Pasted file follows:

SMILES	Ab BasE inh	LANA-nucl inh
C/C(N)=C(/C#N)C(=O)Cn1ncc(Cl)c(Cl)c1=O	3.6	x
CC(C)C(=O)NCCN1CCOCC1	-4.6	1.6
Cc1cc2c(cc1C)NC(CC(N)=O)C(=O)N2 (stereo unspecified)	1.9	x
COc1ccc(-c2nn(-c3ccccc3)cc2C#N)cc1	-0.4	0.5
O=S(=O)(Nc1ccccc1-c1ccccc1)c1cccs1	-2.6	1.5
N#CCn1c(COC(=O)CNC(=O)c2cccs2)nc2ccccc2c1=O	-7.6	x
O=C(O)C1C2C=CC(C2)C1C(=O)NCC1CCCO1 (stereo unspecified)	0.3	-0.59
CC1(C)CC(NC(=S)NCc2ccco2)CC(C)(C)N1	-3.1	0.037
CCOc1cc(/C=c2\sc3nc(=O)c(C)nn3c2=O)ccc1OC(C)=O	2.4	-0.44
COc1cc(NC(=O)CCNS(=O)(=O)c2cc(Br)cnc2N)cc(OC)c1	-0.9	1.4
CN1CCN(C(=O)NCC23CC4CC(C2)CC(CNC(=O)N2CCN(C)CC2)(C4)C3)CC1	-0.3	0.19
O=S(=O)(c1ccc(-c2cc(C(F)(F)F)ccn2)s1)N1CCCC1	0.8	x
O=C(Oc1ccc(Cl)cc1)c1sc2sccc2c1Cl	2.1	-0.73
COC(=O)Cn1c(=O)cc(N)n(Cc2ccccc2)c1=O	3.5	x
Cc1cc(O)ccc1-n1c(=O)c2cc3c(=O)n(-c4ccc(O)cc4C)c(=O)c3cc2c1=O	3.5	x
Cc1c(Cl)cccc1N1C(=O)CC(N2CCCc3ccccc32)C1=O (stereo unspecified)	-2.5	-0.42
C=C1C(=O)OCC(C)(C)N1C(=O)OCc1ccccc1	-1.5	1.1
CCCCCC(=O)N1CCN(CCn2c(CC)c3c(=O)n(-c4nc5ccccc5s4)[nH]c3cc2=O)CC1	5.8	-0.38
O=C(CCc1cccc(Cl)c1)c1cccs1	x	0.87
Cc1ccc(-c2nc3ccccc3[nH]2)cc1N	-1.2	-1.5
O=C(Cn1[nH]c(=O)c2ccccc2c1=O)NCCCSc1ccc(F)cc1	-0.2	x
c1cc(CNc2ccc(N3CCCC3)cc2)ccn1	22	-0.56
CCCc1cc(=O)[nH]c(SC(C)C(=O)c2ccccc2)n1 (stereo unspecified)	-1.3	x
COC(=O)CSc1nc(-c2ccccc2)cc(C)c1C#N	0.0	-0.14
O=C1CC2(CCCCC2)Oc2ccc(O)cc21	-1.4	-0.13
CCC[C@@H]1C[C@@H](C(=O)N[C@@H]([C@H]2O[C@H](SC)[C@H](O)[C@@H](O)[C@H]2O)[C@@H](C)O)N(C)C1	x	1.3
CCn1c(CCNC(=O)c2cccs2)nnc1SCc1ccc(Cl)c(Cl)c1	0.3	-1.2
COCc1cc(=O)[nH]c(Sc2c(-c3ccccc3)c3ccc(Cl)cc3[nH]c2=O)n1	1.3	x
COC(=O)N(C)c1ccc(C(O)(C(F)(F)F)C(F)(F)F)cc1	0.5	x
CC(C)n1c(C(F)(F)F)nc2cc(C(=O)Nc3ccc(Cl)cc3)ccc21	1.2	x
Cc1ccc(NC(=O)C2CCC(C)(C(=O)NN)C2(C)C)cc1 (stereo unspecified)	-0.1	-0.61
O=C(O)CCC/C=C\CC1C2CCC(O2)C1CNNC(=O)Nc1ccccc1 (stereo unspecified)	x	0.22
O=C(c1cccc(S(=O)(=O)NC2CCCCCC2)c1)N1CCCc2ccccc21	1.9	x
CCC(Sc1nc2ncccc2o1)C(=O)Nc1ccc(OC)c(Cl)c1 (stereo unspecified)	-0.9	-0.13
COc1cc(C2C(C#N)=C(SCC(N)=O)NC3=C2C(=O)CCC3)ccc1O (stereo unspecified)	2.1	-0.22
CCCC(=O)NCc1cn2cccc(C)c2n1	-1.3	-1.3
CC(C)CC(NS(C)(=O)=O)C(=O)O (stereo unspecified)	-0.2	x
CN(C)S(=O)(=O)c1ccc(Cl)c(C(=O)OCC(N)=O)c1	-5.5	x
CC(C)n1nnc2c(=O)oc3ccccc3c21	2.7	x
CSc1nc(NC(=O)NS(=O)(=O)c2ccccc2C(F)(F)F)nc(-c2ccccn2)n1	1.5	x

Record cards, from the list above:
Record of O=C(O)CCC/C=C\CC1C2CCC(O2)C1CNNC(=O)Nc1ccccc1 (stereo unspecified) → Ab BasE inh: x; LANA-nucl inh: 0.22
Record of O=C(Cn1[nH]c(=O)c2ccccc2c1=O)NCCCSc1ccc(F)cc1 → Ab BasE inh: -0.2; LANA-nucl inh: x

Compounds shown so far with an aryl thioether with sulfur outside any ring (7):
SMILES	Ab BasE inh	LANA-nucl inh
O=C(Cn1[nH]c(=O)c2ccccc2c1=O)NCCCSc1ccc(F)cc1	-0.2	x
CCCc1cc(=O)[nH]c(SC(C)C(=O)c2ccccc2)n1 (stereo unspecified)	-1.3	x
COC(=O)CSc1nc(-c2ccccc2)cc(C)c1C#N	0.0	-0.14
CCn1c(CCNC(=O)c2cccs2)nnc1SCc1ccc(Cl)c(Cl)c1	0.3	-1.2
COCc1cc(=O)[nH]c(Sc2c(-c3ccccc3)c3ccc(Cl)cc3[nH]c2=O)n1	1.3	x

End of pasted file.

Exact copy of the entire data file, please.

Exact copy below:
SMILES	Ab BasE inh	LANA-nucl inh
C/C(N)=C(/C#N)C(=O)Cn1ncc(Cl)c(Cl)c1=O	3.6	x
CC(C)C(=O)NCCN1CCOCC1	-4.6	1.6
Cc1cc2c(cc1C)NC(CC(N)=O)C(=O)N2 (stereo unspecified)	1.9	x
COc1ccc(-c2nn(-c3ccccc3)cc2C#N)cc1	-0.4	0.5
O=S(=O)(Nc1ccccc1-c1ccccc1)c1cccs1	-2.6	1.5
N#CCn1c(COC(=O)CNC(=O)c2cccs2)nc2ccccc2c1=O	-7.6	x
O=C(O)C1C2C=CC(C2)C1C(=O)NCC1CCCO1 (stereo unspecified)	0.3	-0.59
CC1(C)CC(NC(=S)NCc2ccco2)CC(C)(C)N1	-3.1	0.037
CCOc1cc(/C=c2\sc3nc(=O)c(C)nn3c2=O)ccc1OC(C)=O	2.4	-0.44
COc1cc(NC(=O)CCNS(=O)(=O)c2cc(Br)cnc2N)cc(OC)c1	-0.9	1.4
CN1CCN(C(=O)NCC23CC4CC(C2)CC(CNC(=O)N2CCN(C)CC2)(C4)C3)CC1	-0.3	0.19
O=S(=O)(c1ccc(-c2cc(C(F)(F)F)ccn2)s1)N1CCCC1	0.8	x
O=C(Oc1ccc(Cl)cc1)c1sc2sccc2c1Cl	2.1	-0.73
COC(=O)Cn1c(=O)cc(N)n(Cc2ccccc2)c1=O	3.5	x
Cc1cc(O)ccc1-n1c(=O)c2cc3c(=O)n(-c4ccc(O)cc4C)c(=O)c3cc2c1=O	3.5	x
Cc1c(Cl)cccc1N1C(=O)CC(N2CCCc3ccccc32)C1=O (stereo unspecified)	-2.5	-0.42
C=C1C(=O)OCC(C)(C)N1C(=O)OCc1ccccc1	-1.5	1.1
CCCCCC(=O)N1CCN(CCn2c(CC)c3c(=O)n(-c4nc5ccccc5s4)[nH]c3cc2=O)CC1	5.8	-0.38
O=C(CCc1cccc(Cl)c1)c1cccs1	x	0.87
Cc1ccc(-c2nc3ccccc3[nH]2)cc1N	-1.2	-1.5
O=C(Cn1[nH]c(=O)c2ccccc2c1=O)NCCCSc1ccc(F)cc1	-0.2	x
c1cc(CNc2ccc(N3CCCC3)cc2)ccn1	22	-0.56
CCCc1cc(=O)[nH]c(SC(C)C(=O)c2ccccc2)n1 (stereo unspecified)	-1.3	x
COC(=O)CSc1nc(-c2ccccc2)cc(C)c1C#N	0.0	-0.14
O=C1CC2(CCCCC2)Oc2ccc(O)cc21	-1.4	-0.13
CCC[C@@H]1C[C@@H](C(=O)N[C@@H]([C@H]2O[C@H](SC)[C@H](O)[C@@H](O)[C@H]2O)[C@@H](C)O)N(C)C1	x	1.3
CCn1c(CCNC(=O)c2cccs2)nnc1SCc1ccc(Cl)c(Cl)c1	0.3	-1.2
COCc1cc(=O)[nH]c(Sc2c(-c3ccccc3)c3ccc(Cl)cc3[nH]c2=O)n1	1.3	x
COC(=O)N(C)c1ccc(C(O)(C(F)(F)F)C(F)(F)F)cc1	0.5	x
CC(C)n1c(C(F)(F)F)nc2cc(C(=O)Nc3ccc(Cl)cc3)ccc21	1.2	x
Cc1ccc(NC(=O)C2CCC(C)(C(=O)NN)C2(C)C)cc1 (stereo unspecified)	-0.1	-0.61
O=C(O)CCC/C=C\CC1C2CCC(O2)C1CNNC(=O)Nc1ccccc1 (stereo unspecified)	x	0.22
O=C(c1cccc(S(=O)(=O)NC2CCCCCC2)c1)N1CCCc2ccccc21	1.9	x
CCC(Sc1nc2ncccc2o1)C(=O)Nc1ccc(OC)c(Cl)c1 (stereo unspecified)	-0.9	-0.13
COc1cc(C2C(C#N)=C(SCC(N)=O)NC3=C2C(=O)CCC3)ccc1O (stereo unspecified)	2.1	-0.22
CCCC(=O)NCc1cn2cccc(C)c2n1	-1.3	-1.3
CC(C)CC(NS(C)(=O)=O)C(=O)O (stereo unspecified)	-0.2	x
CN(C)S(=O)(=O)c1ccc(Cl)c(C(=O)OCC(N)=O)c1	-5.5	x
CC(C)n1nnc2c(=O)oc3ccccc3c21	2.7	x
CSc1nc(NC(=O)NS(=O)(=O)c2ccccc2C(F)(F)F)nc(-c2ccccn2)n1	1.5	x

Record cards, from the list above:
Record of O=C(O)CCC/C=C\CC1C2CCC(O2)C1CNNC(=O)Nc1ccccc1 (stereo unspecified) → Ab BasE inh: x; LANA-nucl inh: 0.22
Record of O=C(Cn1[nH]c(=O)c2ccccc2c1=O)NCCCSc1ccc(F)cc1 → Ab BasE inh: -0.2; LANA-nucl inh: x

Compounds shown so far with an aryl thioether with sulfur outside any ring (7):
SMILES	Ab BasE inh	LANA-nucl inh
O=C(Cn1[nH]c(=O)c2ccccc2c1=O)NCCCSc1ccc(F)cc1	-0.2	x
CCCc1cc(=O)[nH]c(SC(C)C(=O)c2ccccc2)n1 (stereo unspecified)	-1.3	x
COC(=O)CSc1nc(-c2ccccc2)cc(C)c1C#N	0.0	-0.14
CCn1c(CCNC(=O)c2cccs2)nnc1SCc1ccc(Cl)c(Cl)c1	0.3	-1.2
COCc1cc(=O)[nH]c(Sc2c(-c3ccccc3)c3ccc(Cl)cc3[nH]c2=O)n1	1.3	x